Better energy management, better waste reduction habits and better energy conservation are all coming to campus thanks to a recent plan that University President Thayne McCulloh signed Thursday, Oct. 7.
The American College and University Presidents' Climate Commitment (ACUPCC) recognizes the need for educational institutions to lower global emissions of greenhouse gases and work toward fostering a curriculum that educates students on the importance of sustainability.
Gonzaga's Advisory Council on Stewardship and Sustainability (ACSS) presented this commitment to McCulloh. ACSS is a university committee composed of Gonzaga faculty, staff and students responsible for making recommendations to the University president's Cabinet regarding the University's impact on and stewardship of the environment.
"In the spring the ACSS forwarded a resolution to President McCulloh asking him to consider signing the Climate Commitment. In signing the Climate Commitment, President McCulloh renews and expands Gonzaga's longstanding commitment to responsible environmental stewardship," ACSS co-chair and associate professor of psychology Brian Henning said.
The ACUPCC comes with significant responsibilities and some major changes for the Gonzaga campus, all of which the ACSS will be responsible for overseeing.
"We must have a comprehensive inventory of our carbon emissions within one year of signing the document," ACSS co-chair and assistant professor of psychology Monica Bartlett said. "We started the process last spring and are nearly finished with this initial inventory. In partnership with Plant Services, the Advisory Council on Stewardship and Sustainability will use the Clean Air – Cool Planet tool to calculate emissions and will draft an annual report to track progress toward reducing its greenhouse gas emissions."
In addition to the inventory it will be ACSS' responsibility to oversee the creation of GU's climate action plan within two years. The climate action plan, or the Comprehensive Stewardship and Sustainability Plan, will dictate how Gonzaga plans to move toward eventual carbon neutrality.
The plan will include proposals to better manage energy, improve waste reduction habits and initiatives, increase energy efficiency and conservation, increase alternative and mass transportation use, and transition to renewable energy sources, said Bartlett.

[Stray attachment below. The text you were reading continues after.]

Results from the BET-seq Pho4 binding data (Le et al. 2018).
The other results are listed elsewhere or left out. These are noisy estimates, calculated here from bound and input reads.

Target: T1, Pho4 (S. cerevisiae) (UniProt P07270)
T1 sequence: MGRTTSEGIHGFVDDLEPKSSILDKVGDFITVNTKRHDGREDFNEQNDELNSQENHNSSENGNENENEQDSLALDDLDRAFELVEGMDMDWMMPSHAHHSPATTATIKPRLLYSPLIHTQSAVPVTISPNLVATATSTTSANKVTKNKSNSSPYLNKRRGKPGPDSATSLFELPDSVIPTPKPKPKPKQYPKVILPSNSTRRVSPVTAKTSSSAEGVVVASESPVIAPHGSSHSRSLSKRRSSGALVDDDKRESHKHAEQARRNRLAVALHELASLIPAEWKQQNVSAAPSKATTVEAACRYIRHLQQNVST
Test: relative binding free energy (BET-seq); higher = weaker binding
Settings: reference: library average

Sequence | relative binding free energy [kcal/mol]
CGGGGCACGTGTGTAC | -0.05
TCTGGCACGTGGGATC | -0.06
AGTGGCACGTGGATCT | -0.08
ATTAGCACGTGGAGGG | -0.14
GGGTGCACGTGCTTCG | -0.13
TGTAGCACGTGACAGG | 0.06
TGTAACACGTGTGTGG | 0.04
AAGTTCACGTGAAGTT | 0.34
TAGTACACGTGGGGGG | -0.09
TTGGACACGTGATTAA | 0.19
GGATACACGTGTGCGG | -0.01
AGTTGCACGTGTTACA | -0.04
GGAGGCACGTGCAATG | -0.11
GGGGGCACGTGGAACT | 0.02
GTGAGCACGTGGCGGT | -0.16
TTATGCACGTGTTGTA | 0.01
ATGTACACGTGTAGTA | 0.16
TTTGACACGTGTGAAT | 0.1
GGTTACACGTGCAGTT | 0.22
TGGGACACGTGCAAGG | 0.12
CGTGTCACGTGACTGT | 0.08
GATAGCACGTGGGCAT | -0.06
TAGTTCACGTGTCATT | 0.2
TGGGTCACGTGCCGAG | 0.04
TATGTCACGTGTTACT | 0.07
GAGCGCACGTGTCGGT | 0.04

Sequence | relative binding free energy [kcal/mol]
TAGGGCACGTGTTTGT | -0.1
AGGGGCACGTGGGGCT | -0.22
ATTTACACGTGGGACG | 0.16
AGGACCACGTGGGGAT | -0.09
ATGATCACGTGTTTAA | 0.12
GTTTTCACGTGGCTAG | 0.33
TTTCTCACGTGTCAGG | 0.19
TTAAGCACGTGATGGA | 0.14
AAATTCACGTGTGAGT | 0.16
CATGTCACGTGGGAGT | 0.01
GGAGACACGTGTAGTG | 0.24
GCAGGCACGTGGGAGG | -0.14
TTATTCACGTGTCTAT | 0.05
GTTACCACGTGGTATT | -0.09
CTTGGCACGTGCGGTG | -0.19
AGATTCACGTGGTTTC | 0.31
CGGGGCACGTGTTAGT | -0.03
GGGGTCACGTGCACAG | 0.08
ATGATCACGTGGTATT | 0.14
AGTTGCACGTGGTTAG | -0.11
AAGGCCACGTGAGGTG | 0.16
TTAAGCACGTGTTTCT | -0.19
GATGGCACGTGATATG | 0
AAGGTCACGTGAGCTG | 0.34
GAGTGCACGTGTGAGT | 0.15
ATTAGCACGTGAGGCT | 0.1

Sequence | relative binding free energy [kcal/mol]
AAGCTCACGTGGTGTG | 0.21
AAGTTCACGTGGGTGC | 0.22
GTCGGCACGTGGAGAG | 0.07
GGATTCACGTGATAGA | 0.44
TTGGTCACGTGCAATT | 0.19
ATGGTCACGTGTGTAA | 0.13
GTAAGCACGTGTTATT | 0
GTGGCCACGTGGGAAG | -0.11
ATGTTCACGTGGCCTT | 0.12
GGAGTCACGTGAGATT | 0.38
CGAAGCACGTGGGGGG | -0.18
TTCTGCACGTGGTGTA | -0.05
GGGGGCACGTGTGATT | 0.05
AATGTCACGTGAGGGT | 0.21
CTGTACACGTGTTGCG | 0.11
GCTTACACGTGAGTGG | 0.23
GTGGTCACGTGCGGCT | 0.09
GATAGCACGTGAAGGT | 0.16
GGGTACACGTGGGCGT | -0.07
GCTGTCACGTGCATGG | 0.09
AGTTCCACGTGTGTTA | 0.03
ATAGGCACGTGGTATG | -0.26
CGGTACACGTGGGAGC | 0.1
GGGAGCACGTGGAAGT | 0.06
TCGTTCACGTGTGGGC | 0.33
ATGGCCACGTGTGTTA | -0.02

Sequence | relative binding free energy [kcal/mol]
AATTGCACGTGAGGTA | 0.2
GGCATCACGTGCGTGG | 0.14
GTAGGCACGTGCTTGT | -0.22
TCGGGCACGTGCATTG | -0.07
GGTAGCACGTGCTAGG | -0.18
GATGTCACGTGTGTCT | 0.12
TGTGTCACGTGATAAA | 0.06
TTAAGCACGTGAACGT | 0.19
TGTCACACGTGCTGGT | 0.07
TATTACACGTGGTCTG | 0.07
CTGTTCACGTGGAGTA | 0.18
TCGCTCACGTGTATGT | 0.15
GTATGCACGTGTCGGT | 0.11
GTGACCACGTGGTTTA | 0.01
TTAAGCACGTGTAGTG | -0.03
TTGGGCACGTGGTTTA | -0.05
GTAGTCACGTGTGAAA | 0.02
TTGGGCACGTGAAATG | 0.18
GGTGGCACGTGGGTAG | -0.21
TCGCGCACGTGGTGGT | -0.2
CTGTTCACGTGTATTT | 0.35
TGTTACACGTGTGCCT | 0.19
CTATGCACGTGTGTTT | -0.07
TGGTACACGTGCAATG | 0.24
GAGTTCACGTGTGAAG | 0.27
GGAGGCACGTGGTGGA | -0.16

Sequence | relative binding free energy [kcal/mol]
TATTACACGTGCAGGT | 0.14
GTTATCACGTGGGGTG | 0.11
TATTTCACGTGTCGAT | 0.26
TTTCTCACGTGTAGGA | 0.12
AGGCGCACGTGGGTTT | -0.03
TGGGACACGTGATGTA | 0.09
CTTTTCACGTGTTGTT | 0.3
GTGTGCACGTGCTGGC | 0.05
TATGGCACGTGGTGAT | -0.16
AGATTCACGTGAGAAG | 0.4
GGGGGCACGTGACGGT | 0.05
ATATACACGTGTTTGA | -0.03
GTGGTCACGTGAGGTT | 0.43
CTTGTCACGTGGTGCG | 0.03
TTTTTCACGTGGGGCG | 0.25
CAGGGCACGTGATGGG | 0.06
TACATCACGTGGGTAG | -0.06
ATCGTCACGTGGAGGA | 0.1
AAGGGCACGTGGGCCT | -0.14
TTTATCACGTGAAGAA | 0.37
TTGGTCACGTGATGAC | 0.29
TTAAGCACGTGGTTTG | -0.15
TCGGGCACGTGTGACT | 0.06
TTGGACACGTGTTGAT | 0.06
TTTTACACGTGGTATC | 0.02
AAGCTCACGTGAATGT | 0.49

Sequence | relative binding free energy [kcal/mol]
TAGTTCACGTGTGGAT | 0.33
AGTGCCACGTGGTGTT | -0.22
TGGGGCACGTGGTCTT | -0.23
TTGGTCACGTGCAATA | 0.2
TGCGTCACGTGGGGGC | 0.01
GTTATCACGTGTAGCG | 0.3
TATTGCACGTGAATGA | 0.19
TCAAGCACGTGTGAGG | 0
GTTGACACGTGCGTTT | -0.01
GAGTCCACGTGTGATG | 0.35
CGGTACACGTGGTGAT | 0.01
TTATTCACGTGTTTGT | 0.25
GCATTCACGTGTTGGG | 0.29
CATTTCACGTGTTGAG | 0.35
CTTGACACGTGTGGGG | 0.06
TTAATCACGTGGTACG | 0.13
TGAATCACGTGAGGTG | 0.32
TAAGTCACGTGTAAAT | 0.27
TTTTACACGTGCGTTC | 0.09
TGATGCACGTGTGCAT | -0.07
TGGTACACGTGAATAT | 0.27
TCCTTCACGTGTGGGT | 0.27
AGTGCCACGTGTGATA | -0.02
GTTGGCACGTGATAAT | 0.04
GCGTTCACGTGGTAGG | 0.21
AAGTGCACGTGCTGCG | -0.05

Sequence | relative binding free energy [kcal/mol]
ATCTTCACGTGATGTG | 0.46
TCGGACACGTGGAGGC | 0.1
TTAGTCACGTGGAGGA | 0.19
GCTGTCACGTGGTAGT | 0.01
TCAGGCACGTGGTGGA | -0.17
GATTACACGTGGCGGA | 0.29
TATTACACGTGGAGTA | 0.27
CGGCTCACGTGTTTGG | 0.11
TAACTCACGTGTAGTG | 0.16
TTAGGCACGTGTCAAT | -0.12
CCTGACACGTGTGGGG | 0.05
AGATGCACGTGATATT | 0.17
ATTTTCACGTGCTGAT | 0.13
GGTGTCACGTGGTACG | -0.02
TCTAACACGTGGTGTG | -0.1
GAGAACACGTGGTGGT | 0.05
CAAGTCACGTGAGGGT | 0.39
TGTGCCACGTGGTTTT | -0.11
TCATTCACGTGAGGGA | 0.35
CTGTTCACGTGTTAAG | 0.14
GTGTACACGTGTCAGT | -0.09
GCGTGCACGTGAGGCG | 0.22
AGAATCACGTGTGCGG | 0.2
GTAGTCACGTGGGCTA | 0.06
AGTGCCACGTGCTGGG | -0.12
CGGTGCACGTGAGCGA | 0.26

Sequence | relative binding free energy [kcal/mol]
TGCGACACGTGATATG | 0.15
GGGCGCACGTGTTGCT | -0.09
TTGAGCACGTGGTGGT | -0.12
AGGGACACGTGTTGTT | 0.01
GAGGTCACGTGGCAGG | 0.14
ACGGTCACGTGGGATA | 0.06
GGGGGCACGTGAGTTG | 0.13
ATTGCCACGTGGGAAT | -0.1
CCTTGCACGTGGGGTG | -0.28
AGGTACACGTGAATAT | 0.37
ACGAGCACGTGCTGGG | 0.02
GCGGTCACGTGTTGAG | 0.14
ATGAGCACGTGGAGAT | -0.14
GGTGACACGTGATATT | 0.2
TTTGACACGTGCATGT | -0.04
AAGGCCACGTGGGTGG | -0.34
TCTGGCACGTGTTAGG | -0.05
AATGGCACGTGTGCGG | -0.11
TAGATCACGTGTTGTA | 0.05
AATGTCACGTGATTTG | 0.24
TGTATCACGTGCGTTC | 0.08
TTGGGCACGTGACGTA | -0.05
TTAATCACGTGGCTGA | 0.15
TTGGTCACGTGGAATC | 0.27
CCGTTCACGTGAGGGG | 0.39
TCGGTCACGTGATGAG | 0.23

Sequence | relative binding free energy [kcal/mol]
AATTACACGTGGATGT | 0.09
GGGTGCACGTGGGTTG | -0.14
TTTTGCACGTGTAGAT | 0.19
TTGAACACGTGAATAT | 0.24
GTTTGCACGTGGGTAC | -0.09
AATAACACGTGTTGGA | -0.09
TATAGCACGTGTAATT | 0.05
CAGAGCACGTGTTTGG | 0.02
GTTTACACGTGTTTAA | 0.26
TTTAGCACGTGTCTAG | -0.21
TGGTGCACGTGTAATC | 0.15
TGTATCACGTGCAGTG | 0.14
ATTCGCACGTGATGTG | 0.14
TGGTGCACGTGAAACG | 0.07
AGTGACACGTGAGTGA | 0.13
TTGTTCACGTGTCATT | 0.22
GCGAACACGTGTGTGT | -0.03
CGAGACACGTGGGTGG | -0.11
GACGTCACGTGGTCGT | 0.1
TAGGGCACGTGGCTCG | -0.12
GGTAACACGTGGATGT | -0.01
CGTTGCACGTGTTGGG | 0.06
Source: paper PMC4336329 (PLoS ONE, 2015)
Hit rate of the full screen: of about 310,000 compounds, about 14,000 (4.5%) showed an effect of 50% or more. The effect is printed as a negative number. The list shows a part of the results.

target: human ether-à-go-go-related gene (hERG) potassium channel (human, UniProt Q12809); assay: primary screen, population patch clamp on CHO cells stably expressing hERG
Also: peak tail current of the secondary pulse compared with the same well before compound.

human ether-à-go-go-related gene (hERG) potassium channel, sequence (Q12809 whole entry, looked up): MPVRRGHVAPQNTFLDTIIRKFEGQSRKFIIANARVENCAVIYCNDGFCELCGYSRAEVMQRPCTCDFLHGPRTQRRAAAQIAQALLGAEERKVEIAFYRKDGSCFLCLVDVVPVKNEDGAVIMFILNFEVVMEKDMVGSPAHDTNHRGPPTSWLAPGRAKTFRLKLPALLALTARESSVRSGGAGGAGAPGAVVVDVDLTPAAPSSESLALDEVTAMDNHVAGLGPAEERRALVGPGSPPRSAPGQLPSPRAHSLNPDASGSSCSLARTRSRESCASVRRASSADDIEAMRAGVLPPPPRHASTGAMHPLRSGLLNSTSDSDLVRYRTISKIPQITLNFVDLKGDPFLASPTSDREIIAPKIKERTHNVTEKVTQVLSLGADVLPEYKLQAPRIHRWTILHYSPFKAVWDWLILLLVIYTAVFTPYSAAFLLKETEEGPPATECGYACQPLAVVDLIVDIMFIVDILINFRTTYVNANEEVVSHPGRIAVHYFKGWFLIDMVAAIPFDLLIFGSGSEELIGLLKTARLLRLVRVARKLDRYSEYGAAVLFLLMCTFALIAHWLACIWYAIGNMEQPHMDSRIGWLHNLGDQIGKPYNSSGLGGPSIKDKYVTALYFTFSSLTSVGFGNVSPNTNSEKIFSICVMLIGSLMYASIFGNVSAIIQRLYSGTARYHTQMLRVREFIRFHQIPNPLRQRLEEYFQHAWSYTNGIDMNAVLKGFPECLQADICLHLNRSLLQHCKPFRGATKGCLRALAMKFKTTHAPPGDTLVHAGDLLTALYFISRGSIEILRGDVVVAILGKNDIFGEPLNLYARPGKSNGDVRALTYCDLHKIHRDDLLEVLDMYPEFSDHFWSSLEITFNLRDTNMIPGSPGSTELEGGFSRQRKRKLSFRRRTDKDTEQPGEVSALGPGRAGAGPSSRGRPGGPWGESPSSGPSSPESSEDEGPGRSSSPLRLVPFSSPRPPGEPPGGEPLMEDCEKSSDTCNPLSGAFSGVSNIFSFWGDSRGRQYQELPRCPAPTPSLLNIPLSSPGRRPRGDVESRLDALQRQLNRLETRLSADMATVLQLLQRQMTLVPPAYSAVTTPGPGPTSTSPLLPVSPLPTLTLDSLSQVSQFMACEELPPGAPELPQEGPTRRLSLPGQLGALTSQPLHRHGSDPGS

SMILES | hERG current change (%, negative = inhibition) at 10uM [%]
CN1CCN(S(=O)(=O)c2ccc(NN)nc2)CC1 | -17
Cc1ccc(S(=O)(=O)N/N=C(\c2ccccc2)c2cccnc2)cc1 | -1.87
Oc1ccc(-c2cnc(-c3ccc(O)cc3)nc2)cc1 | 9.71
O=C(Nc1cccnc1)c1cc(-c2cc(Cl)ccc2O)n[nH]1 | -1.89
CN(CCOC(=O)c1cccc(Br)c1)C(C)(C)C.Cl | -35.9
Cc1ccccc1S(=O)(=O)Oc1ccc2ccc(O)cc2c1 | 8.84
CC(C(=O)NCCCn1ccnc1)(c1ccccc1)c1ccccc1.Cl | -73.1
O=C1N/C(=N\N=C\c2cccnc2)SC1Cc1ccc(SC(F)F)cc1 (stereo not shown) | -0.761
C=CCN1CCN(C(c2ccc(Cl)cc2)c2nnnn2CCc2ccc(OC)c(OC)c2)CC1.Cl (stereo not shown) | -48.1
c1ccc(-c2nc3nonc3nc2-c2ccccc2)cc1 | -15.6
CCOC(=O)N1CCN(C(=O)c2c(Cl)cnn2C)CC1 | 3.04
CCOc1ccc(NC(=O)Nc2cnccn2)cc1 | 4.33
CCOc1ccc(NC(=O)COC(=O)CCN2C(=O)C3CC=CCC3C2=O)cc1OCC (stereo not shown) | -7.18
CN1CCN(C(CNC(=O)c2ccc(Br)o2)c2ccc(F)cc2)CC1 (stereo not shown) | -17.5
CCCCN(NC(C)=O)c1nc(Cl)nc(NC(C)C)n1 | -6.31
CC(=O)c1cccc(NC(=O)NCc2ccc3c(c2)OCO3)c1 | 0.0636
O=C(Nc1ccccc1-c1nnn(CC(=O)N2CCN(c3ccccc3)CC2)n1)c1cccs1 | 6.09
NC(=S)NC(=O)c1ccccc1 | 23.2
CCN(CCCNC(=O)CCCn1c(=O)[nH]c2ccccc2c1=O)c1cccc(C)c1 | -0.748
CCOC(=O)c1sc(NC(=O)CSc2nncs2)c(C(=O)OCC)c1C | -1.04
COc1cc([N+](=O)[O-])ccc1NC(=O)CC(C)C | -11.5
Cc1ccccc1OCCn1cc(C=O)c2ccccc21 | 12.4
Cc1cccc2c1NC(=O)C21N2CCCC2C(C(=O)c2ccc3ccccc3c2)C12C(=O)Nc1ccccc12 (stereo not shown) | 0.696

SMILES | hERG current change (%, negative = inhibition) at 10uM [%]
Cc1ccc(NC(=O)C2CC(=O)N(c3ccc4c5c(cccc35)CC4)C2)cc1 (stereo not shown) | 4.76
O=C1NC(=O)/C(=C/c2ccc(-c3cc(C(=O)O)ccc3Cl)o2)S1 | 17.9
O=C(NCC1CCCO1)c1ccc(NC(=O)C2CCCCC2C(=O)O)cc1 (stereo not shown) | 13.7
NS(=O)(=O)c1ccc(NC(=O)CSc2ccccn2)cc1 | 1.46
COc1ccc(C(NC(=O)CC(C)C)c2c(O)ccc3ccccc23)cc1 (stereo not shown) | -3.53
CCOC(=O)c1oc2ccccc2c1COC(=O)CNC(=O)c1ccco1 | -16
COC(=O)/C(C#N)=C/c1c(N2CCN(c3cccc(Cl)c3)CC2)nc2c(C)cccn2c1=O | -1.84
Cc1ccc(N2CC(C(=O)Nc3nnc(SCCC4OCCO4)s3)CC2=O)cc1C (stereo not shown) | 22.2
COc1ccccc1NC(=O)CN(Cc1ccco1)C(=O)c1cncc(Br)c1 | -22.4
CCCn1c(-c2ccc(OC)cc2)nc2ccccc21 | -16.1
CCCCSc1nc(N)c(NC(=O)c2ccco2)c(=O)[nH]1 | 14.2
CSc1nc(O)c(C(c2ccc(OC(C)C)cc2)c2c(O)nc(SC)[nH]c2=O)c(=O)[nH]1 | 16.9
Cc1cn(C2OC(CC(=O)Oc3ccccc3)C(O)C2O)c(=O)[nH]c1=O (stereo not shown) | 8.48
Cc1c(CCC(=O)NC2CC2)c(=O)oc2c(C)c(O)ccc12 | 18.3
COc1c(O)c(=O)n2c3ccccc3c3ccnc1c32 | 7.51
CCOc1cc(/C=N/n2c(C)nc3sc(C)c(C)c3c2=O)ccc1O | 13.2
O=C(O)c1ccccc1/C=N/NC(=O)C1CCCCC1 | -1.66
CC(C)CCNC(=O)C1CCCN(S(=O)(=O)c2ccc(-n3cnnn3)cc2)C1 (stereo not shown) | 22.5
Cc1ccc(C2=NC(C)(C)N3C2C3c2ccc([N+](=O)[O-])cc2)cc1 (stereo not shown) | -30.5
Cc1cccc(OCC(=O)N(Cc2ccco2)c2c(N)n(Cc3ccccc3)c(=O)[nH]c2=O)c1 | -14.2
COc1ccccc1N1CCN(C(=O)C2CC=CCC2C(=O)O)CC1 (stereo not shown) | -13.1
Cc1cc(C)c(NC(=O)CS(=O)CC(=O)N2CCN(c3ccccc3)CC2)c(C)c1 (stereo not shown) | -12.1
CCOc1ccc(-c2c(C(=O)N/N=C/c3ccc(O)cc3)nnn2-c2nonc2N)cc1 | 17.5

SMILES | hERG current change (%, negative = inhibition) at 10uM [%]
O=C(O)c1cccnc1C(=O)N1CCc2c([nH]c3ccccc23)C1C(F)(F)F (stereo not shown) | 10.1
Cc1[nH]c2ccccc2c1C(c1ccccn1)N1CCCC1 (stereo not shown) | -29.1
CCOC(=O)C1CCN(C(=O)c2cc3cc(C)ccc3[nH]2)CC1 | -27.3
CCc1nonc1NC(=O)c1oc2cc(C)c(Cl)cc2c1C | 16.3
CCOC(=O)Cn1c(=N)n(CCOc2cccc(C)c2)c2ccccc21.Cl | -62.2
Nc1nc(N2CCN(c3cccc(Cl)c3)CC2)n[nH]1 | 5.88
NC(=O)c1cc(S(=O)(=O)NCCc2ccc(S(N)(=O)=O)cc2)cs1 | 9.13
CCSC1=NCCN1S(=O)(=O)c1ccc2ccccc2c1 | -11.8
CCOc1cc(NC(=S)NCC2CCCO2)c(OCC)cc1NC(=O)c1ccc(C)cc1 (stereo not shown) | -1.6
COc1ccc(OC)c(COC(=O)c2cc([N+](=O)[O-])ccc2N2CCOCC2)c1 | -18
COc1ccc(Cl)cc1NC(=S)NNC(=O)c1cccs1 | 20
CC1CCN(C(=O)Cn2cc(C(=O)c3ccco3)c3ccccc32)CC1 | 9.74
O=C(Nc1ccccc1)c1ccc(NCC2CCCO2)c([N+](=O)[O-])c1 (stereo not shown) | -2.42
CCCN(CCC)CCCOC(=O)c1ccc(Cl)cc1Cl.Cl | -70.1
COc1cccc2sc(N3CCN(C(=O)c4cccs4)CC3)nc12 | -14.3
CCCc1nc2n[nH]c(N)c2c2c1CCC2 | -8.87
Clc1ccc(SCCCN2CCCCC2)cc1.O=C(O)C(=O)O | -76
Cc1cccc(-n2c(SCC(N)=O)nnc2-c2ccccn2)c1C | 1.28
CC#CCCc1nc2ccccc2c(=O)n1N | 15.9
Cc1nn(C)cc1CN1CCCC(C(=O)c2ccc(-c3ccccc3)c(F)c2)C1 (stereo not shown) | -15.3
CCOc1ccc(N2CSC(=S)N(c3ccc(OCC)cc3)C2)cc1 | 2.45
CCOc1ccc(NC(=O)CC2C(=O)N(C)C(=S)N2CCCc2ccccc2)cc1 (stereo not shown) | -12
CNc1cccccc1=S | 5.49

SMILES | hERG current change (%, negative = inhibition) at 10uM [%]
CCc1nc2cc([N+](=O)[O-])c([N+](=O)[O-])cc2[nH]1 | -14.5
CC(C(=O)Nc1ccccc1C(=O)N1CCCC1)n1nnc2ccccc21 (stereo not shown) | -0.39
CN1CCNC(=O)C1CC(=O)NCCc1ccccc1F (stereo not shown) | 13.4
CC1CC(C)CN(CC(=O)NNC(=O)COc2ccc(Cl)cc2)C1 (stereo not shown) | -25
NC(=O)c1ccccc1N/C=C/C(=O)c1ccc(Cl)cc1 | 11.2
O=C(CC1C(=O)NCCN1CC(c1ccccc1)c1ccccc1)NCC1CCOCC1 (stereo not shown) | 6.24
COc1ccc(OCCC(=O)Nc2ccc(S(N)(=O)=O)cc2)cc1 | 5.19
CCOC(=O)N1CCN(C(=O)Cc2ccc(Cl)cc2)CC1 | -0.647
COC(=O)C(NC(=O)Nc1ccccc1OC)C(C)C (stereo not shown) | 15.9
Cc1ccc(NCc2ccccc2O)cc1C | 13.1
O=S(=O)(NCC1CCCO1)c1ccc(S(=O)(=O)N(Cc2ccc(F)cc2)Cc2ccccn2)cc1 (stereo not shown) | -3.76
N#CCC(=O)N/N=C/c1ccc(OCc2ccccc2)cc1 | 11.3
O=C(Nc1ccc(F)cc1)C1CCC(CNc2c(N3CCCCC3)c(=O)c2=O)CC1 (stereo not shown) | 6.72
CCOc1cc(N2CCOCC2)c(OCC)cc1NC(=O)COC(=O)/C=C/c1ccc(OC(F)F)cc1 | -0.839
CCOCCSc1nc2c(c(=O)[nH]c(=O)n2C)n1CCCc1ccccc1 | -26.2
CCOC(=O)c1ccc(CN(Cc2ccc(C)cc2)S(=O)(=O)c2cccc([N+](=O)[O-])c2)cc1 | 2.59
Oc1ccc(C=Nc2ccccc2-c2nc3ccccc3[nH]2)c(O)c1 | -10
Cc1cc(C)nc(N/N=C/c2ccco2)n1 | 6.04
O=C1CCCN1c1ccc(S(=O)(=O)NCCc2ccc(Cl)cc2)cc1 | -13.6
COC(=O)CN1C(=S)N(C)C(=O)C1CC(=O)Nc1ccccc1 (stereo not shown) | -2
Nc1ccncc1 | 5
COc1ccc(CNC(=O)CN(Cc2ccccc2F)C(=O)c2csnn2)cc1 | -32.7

"As part of the commitment we must make progress toward issues of sustainability being a part of the curriculum and other educational experience for all students. Gonzaga University has already created an environmental studies major and minor, with global climate change courses accessible to all students," Bartlett said. "In addition, Gonzaga is participating in conversations with regional universities and The Washington Center to discuss ways of incorporating discussions of stewardship and sustainability across the curriculum and core."
While the ACSS will have a significant increase in work, the council remains optimistic and welcomes the additional responsibilities.
"The signing of the ACUPCC is great news for Gonzaga. Our student creed states that we should respect our community, which includes our environment. This is the first step of a long journey in lessening our negative environmental impacts to an acceptable level," said senior Thomas Whitney, one of three GSBA appointed students for the ACSS Steering Committee.
With 674 signatures to date, ACUPCC looks to increase its signatories in an effort to move the nation forward on climate education and emissions reduction, ACUPCC Program Director Toni Nelson said.
"We periodically reach out to presidents at non-signatory schools with information about the commitment. Support efforts, however, focus on the almost 700 institutions, representing about one-third of all students in higher education in the U.S., who have made the commitment," Nelson said. "Many schools who have not signed the ACUPCC are modeling its guidelines, and in this way the ACUPCC is helping the whole sector to make progress in addressing climate disruption."
In January 2009, Bartlett and Henning founded the ACSS, and the signing of the ACUPCC is a significant achievement for the council.
"I am immensely pleased that President McCulloh has chosen to sign the commitment," Bartlett said. "In a substantial way this marks the seriousness with which the Gonzaga community is taking, and will continue to take, issues of sustainability. This hands significant responsibilities to the ACSS but also gives us the support that we will need to carry out these tasks."